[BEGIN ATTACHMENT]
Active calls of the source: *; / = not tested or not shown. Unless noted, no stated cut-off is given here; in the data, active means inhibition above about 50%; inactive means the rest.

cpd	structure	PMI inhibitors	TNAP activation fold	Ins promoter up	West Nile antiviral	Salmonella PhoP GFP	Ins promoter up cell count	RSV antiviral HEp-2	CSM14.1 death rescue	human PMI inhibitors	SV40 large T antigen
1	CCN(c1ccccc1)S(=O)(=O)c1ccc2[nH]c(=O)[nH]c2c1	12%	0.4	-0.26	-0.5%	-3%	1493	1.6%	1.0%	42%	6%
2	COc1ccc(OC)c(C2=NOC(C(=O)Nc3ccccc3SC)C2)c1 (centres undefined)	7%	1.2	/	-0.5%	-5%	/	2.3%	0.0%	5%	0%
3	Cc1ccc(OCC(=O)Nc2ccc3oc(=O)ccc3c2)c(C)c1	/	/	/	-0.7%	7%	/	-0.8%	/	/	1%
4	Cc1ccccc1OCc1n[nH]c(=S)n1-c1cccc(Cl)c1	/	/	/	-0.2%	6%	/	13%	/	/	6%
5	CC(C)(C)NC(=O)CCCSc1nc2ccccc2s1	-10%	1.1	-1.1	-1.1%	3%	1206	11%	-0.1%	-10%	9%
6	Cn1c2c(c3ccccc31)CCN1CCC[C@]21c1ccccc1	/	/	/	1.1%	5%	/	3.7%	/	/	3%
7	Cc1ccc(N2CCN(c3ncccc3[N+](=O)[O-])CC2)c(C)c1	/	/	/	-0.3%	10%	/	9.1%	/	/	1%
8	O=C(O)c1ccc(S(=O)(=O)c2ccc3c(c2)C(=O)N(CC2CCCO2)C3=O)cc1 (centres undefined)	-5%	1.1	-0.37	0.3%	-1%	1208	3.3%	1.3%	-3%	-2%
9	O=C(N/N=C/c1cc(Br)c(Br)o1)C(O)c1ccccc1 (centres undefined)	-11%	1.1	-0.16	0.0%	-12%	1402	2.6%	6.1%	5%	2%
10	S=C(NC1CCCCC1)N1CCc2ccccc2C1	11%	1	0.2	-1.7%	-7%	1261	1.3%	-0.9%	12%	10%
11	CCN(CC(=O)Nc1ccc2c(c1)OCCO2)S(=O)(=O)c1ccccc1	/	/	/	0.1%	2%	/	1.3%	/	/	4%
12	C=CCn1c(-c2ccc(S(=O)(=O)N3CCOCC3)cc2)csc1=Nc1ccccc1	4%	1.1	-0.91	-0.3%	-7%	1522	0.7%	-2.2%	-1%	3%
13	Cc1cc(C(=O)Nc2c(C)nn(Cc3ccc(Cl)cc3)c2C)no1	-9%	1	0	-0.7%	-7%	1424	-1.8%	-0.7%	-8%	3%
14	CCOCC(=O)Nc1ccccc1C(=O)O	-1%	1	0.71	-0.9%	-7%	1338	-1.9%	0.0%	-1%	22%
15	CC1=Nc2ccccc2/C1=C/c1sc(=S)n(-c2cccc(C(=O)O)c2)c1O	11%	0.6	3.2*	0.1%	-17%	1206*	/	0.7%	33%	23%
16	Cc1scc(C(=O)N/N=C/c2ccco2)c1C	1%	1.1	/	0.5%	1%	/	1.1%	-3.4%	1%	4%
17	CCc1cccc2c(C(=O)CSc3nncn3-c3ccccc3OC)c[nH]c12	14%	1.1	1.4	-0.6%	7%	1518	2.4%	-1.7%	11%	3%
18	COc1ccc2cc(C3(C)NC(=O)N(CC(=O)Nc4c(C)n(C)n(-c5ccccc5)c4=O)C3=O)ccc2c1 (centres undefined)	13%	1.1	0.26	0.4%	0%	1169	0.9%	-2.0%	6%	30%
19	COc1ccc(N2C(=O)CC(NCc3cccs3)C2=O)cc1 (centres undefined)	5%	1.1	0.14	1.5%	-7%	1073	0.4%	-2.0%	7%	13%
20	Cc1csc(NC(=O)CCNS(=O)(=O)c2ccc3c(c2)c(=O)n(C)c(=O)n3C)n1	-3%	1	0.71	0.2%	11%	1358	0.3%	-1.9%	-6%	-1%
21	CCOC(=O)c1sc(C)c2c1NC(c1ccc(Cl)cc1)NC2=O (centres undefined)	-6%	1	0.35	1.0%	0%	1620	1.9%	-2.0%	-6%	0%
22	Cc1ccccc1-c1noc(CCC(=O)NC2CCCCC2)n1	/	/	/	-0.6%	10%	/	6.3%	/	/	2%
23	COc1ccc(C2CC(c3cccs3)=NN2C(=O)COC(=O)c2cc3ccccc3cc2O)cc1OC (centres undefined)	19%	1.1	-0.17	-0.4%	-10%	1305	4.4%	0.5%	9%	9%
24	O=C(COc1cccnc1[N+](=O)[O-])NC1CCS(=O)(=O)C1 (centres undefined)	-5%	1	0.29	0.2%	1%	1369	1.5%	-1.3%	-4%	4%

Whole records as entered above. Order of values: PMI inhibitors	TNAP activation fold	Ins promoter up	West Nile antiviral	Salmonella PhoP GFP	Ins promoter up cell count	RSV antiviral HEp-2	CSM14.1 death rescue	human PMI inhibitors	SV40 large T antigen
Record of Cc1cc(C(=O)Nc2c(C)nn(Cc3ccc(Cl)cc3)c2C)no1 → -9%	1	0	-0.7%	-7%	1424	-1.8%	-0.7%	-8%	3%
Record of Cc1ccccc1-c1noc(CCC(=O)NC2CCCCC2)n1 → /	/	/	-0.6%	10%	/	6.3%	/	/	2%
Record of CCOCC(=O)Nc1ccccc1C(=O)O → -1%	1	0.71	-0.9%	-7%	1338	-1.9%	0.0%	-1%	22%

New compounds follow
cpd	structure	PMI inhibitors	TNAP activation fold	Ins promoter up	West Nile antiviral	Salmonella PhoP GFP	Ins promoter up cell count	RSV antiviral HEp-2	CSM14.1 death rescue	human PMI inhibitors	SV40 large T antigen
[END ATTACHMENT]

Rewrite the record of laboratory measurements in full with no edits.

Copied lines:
Active calls of the source: *; / = not tested or not shown. Unless noted, no stated cut-off is given here; in the data, active means inhibition above about 50%; inactive means the rest.

cpd	structure	PMI inhibitors	TNAP activation fold	Ins promoter up	West Nile antiviral	Salmonella PhoP GFP	Ins promoter up cell count	RSV antiviral HEp-2	CSM14.1 death rescue	human PMI inhibitors	SV40 large T antigen
1	CCN(c1ccccc1)S(=O)(=O)c1ccc2[nH]c(=O)[nH]c2c1	12%	0.4	-0.26	-0.5%	-3%	1493	1.6%	1.0%	42%	6%
2	COc1ccc(OC)c(C2=NOC(C(=O)Nc3ccccc3SC)C2)c1 (centres undefined)	7%	1.2	/	-0.5%	-5%	/	2.3%	0.0%	5%	0%
3	Cc1ccc(OCC(=O)Nc2ccc3oc(=O)ccc3c2)c(C)c1	/	/	/	-0.7%	7%	/	-0.8%	/	/	1%
4	Cc1ccccc1OCc1n[nH]c(=S)n1-c1cccc(Cl)c1	/	/	/	-0.2%	6%	/	13%	/	/	6%
5	CC(C)(C)NC(=O)CCCSc1nc2ccccc2s1	-10%	1.1	-1.1	-1.1%	3%	1206	11%	-0.1%	-10%	9%
6	Cn1c2c(c3ccccc31)CCN1CCC[C@]21c1ccccc1	/	/	/	1.1%	5%	/	3.7%	/	/	3%
7	Cc1ccc(N2CCN(c3ncccc3[N+](=O)[O-])CC2)c(C)c1	/	/	/	-0.3%	10%	/	9.1%	/	/	1%
8	O=C(O)c1ccc(S(=O)(=O)c2ccc3c(c2)C(=O)N(CC2CCCO2)C3=O)cc1 (centres undefined)	-5%	1.1	-0.37	0.3%	-1%	1208	3.3%	1.3%	-3%	-2%
9	O=C(N/N=C/c1cc(Br)c(Br)o1)C(O)c1ccccc1 (centres undefined)	-11%	1.1	-0.16	0.0%	-12%	1402	2.6%	6.1%	5%	2%
10	S=C(NC1CCCCC1)N1CCc2ccccc2C1	11%	1	0.2	-1.7%	-7%	1261	1.3%	-0.9%	12%	10%
11	CCN(CC(=O)Nc1ccc2c(c1)OCCO2)S(=O)(=O)c1ccccc1	/	/	/	0.1%	2%	/	1.3%	/	/	4%
12	C=CCn1c(-c2ccc(S(=O)(=O)N3CCOCC3)cc2)csc1=Nc1ccccc1	4%	1.1	-0.91	-0.3%	-7%	1522	0.7%	-2.2%	-1%	3%
13	Cc1cc(C(=O)Nc2c(C)nn(Cc3ccc(Cl)cc3)c2C)no1	-9%	1	0	-0.7%	-7%	1424	-1.8%	-0.7%	-8%	3%
14	CCOCC(=O)Nc1ccccc1C(=O)O	-1%	1	0.71	-0.9%	-7%	1338	-1.9%	0.0%	-1%	22%
15	CC1=Nc2ccccc2/C1=C/c1sc(=S)n(-c2cccc(C(=O)O)c2)c1O	11%	0.6	3.2*	0.1%	-17%	1206*	/	0.7%	33%	23%
16	Cc1scc(C(=O)N/N=C/c2ccco2)c1C	1%	1.1	/	0.5%	1%	/	1.1%	-3.4%	1%	4%
17	CCc1cccc2c(C(=O)CSc3nncn3-c3ccccc3OC)c[nH]c12	14%	1.1	1.4	-0.6%	7%	1518	2.4%	-1.7%	11%	3%
18	COc1ccc2cc(C3(C)NC(=O)N(CC(=O)Nc4c(C)n(C)n(-c5ccccc5)c4=O)C3=O)ccc2c1 (centres undefined)	13%	1.1	0.26	0.4%	0%	1169	0.9%	-2.0%	6%	30%
19	COc1ccc(N2C(=O)CC(NCc3cccs3)C2=O)cc1 (centres undefined)	5%	1.1	0.14	1.5%	-7%	1073	0.4%	-2.0%	7%	13%
20	Cc1csc(NC(=O)CCNS(=O)(=O)c2ccc3c(c2)c(=O)n(C)c(=O)n3C)n1	-3%	1	0.71	0.2%	11%	1358	0.3%	-1.9%	-6%	-1%
21	CCOC(=O)c1sc(C)c2c1NC(c1ccc(Cl)cc1)NC2=O (centres undefined)	-6%	1	0.35	1.0%	0%	1620	1.9%	-2.0%	-6%	0%
22	Cc1ccccc1-c1noc(CCC(=O)NC2CCCCC2)n1	/	/	/	-0.6%	10%	/	6.3%	/	/	2%
23	COc1ccc(C2CC(c3cccs3)=NN2C(=O)COC(=O)c2cc3ccccc3cc2O)cc1OC (centres undefined)	19%	1.1	-0.17	-0.4%	-10%	1305	4.4%	0.5%	9%	9%
24	O=C(COc1cccnc1[N+](=O)[O-])NC1CCS(=O)(=O)C1 (centres undefined)	-5%	1	0.29	0.2%	1%	1369	1.5%	-1.3%	-4%	4%

Whole records as entered above. Order of values: PMI inhibitors	TNAP activation fold	Ins promoter up	West Nile antiviral	Salmonella PhoP GFP	Ins promoter up cell count	RSV antiviral HEp-2	CSM14.1 death rescue	human PMI inhibitors	SV40 large T antigen
Record of Cc1cc(C(=O)Nc2c(C)nn(Cc3ccc(Cl)cc3)c2C)no1 → -9%	1	0	-0.7%	-7%	1424	-1.8%	-0.7%	-8%	3%
Record of Cc1ccccc1-c1noc(CCC(=O)NC2CCCCC2)n1 → /	/	/	-0.6%	10%	/	6.3%	/	/	2%
Record of CCOCC(=O)Nc1ccccc1C(=O)O → -1%	1	0.71	-0.9%	-7%	1338	-1.9%	0.0%	-1%	22%

New compounds follow
cpd	structure	PMI inhibitors	TNAP activation fold	Ins promoter up	West Nile antiviral	Salmonella PhoP GFP	Ins promoter up cell count	RSV antiviral HEp-2	CSM14.1 death rescue	human PMI inhibitors	SV40 large T antigen